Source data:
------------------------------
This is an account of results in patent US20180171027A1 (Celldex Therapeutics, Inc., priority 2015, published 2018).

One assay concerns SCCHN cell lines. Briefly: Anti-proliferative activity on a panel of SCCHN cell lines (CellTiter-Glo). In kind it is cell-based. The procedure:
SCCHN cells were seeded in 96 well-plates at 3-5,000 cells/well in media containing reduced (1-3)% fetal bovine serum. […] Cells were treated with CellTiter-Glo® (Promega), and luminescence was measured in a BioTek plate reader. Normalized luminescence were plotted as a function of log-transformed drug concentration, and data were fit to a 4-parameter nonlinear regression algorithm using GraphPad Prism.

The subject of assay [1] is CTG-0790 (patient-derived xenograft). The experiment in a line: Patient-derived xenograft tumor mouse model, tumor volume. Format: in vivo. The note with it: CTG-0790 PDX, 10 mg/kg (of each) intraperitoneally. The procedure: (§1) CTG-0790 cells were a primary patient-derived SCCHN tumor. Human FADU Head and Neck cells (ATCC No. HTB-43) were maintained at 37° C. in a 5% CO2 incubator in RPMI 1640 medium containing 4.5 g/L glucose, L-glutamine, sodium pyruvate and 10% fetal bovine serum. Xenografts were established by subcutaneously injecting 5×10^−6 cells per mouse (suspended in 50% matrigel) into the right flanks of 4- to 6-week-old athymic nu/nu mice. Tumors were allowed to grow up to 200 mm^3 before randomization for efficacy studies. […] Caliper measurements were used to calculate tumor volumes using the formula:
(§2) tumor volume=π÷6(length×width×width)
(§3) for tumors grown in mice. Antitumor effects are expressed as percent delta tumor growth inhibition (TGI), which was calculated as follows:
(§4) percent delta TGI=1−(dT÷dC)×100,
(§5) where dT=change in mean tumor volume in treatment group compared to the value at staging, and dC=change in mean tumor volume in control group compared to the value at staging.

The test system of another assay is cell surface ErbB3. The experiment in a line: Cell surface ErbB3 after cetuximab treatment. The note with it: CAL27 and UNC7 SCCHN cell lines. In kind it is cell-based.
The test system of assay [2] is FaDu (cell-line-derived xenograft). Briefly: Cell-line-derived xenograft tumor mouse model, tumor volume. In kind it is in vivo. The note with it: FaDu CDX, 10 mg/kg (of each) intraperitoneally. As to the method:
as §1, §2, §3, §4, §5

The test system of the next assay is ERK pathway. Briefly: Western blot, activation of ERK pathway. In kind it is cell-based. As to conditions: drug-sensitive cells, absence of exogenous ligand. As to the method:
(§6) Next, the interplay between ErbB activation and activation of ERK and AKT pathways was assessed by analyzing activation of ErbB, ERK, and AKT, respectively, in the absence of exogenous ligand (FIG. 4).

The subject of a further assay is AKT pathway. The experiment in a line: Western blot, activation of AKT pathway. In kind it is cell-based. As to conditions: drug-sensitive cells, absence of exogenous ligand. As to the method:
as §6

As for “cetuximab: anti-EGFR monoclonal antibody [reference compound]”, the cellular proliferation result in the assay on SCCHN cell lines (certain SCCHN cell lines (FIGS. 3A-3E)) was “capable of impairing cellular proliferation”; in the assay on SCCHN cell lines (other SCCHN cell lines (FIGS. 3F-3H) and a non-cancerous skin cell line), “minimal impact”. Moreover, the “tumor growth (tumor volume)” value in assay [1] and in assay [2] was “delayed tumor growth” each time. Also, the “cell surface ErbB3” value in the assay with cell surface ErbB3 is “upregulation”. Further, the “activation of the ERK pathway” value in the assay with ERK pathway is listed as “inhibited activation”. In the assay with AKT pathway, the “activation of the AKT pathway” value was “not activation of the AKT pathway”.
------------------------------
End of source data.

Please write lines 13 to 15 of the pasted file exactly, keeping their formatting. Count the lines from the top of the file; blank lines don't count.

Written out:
(§6) Next, the interplay between ErbB activation and activation of ERK and AKT pathways was assessed by analyzing activation of ErbB, ERK, and AKT, respectively, in the absence of exogenous ligand (FIG. 4).

The subject of a further assay is AKT pathway. The experiment in a line: Western blot, activation of AKT pathway. In kind it is cell-based. As to conditions: drug-sensitive cells, absence of exogenous ligand. As to the method:
as §6